Anita Katyal | Vaishnaw's CM hopes take a hit; Kanhaiya unites Sandeep, Maken
DECCAN CHRONICLE | Anita Katyal
While all-out efforts are being made to project rail minister Ashwini Vaishnaw as an efficient and conscientious minister for his handling of the rescue operations post the Odisha rail disaster, the horrific accident could cast a shadow over the Bharatiya Janata Party’s plans to project him as a serious politician in the year-end Rajasthan Assembly polls. Since Mr Vaishnaw hails from Rajasthan, the party has drawn up plans to promote the former bureaucrat-turned-politician in its election campaign in the desert state. In fact, a beginning was made two months ago when Mr Vaishnaw delivered the keynote address at a Brahmin Mahapanchayat in Jaipur where he spoke of ensuring the representation of a larger number of brahmins in the assembly, freeing temples from government control and saving Hindu religion. Mr Vaishnaw’s presence at this meet was seen as a message that he is a favourite of the BJP’s top brass. This had led to unease among established political players who also nurse chief ministerial ambitions. With the Odisha rail tragedy placing Mr Vaishnaw in the spotlight, his detractors are running a whisper campaign that he should not be given any prominence in the election campaign as it would not go down well with the electorate.
Even as the Indian diaspora in the United States is waiting to roll out the red carpet for Prime Minister Narendra Modi when he reaches there for a state visit later this month, a group of organisations working in the field of human rights are organising a parallel programme in New York. To be held a day before Mr Modi’s meeting with President Joe Biden, the programme titled "Howdy Democracy" is billed as an evening of "live performances and video appearances" from known comedians and musicians. It will also feature speakers who have "suffered first-hand the impact of the erosion of human rights in India". The turn-out at the programme will indicate the support enjoyed by these groups and whether it makes any impact considering the Indian diaspora, like society here, is deeply polarised. Members of the Indian community are, by and large, ardent Modi admirers. It has to be seen which side puts up a better show.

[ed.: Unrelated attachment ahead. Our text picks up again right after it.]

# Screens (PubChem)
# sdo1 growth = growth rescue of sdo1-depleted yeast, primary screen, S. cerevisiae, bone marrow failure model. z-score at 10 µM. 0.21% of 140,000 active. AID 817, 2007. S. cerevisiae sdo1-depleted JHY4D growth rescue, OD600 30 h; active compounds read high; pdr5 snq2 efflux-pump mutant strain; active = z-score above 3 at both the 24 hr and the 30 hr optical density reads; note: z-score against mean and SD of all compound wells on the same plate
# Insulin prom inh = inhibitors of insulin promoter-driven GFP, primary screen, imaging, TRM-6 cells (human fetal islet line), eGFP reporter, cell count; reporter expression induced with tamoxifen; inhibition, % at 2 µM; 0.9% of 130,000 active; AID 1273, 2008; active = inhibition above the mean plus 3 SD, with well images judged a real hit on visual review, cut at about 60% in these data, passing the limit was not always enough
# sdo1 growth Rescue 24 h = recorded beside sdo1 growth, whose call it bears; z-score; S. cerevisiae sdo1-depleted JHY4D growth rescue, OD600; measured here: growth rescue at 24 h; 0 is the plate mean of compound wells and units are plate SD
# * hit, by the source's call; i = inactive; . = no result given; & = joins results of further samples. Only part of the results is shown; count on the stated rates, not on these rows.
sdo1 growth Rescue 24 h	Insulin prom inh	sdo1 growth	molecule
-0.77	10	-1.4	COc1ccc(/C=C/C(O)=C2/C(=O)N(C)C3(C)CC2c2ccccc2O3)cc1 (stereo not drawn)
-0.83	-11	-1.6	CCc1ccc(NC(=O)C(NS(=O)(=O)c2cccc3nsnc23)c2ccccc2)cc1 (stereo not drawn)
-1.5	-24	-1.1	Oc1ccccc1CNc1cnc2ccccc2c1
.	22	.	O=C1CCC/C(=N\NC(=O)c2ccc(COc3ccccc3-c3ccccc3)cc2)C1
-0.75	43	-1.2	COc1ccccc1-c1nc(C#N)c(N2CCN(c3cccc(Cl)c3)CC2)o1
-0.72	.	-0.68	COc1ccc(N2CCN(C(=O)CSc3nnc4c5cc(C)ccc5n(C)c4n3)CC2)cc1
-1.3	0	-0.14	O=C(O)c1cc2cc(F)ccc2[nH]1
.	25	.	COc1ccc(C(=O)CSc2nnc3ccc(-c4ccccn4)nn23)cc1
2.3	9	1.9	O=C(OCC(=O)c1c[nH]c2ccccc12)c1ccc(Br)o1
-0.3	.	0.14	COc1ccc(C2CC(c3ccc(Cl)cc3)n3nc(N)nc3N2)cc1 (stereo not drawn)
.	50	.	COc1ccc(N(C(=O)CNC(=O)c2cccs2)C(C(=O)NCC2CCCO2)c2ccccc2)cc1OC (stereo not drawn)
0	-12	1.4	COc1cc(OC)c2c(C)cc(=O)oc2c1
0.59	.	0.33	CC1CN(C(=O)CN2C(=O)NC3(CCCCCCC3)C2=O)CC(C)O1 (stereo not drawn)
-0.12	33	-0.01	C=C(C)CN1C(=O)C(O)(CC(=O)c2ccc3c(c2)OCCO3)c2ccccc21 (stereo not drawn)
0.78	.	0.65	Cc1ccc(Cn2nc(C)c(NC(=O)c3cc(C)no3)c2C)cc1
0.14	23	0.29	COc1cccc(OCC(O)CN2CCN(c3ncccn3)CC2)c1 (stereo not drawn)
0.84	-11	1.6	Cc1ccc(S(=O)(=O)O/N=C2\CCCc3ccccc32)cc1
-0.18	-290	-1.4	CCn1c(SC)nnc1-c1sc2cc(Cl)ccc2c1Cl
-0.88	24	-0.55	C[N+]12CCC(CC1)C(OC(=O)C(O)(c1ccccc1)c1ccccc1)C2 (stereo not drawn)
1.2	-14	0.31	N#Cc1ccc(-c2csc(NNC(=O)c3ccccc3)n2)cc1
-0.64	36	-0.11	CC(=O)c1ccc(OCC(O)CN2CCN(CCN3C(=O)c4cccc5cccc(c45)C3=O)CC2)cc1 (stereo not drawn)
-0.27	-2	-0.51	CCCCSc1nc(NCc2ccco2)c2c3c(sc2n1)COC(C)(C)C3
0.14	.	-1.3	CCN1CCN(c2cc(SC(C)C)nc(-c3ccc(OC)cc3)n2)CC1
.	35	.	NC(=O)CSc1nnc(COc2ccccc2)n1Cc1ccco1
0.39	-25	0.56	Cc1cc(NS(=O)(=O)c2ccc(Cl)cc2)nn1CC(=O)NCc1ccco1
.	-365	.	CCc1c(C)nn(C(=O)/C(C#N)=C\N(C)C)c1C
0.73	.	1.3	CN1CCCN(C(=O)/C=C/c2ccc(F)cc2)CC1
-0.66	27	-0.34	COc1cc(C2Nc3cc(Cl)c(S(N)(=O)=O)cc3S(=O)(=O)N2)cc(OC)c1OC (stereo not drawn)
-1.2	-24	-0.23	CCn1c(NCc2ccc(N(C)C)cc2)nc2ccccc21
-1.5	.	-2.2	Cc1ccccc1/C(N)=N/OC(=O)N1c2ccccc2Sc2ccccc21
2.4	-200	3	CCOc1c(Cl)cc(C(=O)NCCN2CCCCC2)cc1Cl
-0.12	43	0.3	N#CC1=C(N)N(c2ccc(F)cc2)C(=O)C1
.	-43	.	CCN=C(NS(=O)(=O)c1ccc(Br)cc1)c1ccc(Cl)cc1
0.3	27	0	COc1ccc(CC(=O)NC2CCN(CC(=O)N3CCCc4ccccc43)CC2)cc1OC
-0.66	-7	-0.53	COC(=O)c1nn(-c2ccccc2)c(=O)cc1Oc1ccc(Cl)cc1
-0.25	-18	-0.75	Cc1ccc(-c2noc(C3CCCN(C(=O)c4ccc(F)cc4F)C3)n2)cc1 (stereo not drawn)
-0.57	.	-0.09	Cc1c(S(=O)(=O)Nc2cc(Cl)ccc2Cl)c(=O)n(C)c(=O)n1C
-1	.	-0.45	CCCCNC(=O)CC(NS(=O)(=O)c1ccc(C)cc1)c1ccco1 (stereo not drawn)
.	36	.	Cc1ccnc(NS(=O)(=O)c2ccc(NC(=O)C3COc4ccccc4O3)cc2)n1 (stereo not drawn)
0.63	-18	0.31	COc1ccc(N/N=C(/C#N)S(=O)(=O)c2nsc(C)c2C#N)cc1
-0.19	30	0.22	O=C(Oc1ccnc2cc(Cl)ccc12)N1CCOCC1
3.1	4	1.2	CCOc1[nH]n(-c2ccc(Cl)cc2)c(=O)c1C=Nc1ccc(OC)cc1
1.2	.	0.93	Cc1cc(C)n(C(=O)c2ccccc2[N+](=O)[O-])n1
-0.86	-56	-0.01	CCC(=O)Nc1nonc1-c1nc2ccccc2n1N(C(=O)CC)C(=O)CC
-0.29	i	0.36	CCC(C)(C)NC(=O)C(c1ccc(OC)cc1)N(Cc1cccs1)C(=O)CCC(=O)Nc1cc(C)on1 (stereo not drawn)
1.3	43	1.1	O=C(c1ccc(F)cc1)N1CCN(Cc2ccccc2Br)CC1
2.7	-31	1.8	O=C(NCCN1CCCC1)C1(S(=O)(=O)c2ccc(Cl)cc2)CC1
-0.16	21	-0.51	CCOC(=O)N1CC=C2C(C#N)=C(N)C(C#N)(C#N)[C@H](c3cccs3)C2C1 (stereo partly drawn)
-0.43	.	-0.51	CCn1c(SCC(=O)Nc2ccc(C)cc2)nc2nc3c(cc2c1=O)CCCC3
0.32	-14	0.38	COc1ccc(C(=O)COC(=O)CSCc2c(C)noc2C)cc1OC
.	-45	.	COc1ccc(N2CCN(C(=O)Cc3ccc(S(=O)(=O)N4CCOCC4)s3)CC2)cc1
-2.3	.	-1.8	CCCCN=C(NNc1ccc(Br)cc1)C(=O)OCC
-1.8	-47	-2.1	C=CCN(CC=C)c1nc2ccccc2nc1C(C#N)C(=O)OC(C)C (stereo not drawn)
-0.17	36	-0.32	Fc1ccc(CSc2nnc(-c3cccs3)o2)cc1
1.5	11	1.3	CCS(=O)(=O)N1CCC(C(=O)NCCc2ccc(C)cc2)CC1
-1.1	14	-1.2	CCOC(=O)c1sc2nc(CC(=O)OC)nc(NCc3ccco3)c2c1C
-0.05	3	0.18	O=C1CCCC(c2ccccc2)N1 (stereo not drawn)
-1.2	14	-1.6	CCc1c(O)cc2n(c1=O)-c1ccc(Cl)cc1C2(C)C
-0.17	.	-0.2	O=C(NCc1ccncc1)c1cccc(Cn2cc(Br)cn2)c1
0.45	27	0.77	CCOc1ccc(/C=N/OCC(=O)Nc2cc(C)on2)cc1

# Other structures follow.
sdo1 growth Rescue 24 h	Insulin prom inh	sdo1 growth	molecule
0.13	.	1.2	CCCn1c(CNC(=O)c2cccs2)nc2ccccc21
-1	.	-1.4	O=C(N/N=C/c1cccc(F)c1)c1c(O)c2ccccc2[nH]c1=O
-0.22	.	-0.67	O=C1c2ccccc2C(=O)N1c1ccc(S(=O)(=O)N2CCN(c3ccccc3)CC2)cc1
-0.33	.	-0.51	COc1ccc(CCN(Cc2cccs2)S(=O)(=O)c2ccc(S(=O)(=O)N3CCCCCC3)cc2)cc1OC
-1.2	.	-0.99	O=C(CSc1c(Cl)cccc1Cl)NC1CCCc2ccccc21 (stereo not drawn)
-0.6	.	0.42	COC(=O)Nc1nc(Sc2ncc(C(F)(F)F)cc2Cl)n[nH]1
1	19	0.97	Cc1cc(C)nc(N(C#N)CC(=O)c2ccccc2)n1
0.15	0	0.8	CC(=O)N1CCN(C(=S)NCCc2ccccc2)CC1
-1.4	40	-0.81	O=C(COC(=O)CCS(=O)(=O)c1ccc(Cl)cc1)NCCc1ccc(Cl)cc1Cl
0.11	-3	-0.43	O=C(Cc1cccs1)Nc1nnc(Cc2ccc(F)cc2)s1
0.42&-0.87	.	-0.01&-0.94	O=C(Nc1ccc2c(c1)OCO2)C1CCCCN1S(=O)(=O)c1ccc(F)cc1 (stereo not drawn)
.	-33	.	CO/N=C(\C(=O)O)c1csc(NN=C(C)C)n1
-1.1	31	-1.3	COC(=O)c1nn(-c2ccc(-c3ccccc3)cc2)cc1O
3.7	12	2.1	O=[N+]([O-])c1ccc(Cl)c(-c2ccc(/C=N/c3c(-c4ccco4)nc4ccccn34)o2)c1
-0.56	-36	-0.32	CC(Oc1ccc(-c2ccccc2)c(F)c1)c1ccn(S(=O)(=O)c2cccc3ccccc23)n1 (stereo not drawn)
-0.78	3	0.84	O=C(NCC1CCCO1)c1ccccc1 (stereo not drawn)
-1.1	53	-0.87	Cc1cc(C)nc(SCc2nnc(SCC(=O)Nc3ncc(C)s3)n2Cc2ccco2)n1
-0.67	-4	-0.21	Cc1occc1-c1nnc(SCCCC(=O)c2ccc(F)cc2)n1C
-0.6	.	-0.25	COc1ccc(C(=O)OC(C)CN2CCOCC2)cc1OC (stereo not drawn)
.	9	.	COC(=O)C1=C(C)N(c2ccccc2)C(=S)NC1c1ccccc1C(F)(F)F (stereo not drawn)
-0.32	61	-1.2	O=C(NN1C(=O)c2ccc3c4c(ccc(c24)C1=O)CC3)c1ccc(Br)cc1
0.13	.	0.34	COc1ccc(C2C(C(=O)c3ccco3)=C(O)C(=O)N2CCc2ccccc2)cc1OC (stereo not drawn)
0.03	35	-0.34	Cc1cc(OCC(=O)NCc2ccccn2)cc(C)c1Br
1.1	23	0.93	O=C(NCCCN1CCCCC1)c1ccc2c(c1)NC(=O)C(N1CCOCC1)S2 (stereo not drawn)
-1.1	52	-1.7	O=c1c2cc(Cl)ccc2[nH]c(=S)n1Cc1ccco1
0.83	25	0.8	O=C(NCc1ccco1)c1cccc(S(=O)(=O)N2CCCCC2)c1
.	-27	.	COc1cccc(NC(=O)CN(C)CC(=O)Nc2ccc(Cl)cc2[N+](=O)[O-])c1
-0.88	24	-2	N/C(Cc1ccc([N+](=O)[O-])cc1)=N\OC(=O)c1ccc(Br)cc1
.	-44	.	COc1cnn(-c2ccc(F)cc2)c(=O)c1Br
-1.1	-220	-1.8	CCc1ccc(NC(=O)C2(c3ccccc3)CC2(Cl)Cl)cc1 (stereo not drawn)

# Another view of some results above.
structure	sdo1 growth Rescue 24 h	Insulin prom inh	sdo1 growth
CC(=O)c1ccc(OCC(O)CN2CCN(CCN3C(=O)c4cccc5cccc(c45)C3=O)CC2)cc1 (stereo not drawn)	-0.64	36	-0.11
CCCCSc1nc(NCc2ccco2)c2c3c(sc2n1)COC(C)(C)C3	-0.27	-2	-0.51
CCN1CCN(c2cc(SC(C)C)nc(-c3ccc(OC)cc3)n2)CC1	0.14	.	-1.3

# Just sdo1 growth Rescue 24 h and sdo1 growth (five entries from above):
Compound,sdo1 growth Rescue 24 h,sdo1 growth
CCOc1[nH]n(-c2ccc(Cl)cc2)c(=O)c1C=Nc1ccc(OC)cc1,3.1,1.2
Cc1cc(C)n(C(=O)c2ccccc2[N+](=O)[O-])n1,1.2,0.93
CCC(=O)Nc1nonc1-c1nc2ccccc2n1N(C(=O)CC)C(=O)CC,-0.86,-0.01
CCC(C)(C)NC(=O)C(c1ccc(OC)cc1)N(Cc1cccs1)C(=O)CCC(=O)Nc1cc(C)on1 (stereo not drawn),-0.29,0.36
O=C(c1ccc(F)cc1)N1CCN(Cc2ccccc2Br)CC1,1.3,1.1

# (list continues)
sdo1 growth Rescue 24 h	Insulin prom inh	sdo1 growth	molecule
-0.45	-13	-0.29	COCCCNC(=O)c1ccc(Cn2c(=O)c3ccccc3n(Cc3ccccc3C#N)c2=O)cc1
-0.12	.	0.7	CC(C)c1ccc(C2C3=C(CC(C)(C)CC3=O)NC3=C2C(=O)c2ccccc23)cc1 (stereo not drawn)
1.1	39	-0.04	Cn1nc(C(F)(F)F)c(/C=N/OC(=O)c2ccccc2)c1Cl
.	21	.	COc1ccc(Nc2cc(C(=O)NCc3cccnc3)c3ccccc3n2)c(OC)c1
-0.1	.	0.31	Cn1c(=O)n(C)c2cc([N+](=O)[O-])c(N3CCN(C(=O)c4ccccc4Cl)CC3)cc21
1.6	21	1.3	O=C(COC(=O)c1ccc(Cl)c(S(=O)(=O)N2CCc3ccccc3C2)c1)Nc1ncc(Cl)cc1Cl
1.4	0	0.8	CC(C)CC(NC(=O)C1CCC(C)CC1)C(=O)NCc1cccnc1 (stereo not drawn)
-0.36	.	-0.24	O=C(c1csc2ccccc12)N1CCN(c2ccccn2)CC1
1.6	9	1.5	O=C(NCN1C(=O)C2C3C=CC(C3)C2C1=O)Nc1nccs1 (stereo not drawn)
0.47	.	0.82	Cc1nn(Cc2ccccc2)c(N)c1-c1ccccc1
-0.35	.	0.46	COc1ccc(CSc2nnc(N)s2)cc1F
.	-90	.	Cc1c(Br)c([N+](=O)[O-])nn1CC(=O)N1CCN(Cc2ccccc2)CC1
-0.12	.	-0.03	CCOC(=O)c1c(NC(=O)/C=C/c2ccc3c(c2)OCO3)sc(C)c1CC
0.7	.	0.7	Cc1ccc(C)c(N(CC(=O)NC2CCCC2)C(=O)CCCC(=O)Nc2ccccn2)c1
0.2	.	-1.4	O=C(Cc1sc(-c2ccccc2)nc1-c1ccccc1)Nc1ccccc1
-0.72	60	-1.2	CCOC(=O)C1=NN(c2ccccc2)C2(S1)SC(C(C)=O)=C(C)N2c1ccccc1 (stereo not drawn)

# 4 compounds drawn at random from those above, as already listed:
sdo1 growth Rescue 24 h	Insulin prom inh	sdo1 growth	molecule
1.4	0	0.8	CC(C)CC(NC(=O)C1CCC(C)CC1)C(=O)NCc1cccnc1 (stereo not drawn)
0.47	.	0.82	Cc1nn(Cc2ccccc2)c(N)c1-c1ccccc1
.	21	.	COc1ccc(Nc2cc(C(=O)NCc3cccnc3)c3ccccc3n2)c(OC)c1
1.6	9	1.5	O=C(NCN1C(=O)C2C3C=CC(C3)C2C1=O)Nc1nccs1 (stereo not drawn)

The never-ending Ashok Gehlot vs Sachin Pilot saga is in the news again. Rajasthan’s perennial rebel leader Pilot is once more on the warpath despite efforts made by the Congress leadership to broker peace between the two warring leaders. While Rahul Gandhi was present during the recent "compromise" talks called by Congress president Mallikarjun Kharge, party leader Priyanka Gandhi Vadra has stayed away from the ongoing battle. It must be remembered that Priyanka had played a key role in placating Mr Pilot when he almost brought down the Gehlot government three years ago. She apparently promised Mr Pilot that he would be suitably accommodated both in the party and the government and advised him to bide his time. But Priyanka Gandhi has taken a back seat this time as she learnt a bitter lesson from her intervention in Punjab affairs when she pushed for Navjot Singh Sidhu’s appointment as Punjab Congress chief. Priyanka Gandhi came in for a lot of flak then for her political choices as this move proved to be disastrous.
As the countdown to the 2024 Lok Sabha has begun, BJP president J.P. Nadda and Union home minister Amit Shah have set themselves the task of reaching out to their old allies and finding new partners. At one stage, the BJP-led National Democratic Alliance had over two dozen partners but, over the years, it has shrunk as an all-powerful and numerically-strong BJP did not feel the need to accommodate its partners. Now that the Opposition parties are getting together, the BJP realises it will need the support of allies. From all accounts, it appears Telugu Desam Party chief N. Chandrababu Naidu is eager to revive his old ties with the BJP. There is also talk about tying up with the Shiromani Akali Dal, which had walked out of the NDA over its opposition to the three farm bills. Meanwhile, the Janata Dal (S) has hinted it has no problem in aligning with the BJP. Other smaller regional players will also be approached by the BJP in the coming days.
The bitter rivalry between Congress leaders Ajay Maken and Sandeep Dikshit is no secret. The tension between the two was rooted in Mr Maken’s serious differences with Sandeep Dikshit’s mother, the late Delhi chief minister Sheila Dikshit. However, lately, Congress insiders observed that the two leaders have called a truce. Mr Maken and Mr Dikshit are said to have joined hands following internal discussions about the appointment of a new Delhi Congress president. Kanhaiya Kumar, who was earlier in the running for the presidency of the Youth Congress, is among those in contention. Leaders pushing for Mr Kumar argue that the former student leader’s oratorical skills can be used effectively to reach out to the large Purbaiya population as well as the youth in Delhi. However, this move has met with strong resistance from a section of Delhi Congress leaders, including Mr Maken and Mr Dikshit. That explains why the two have decided to put aside their differences and put up a joint fight for a leader of their choice.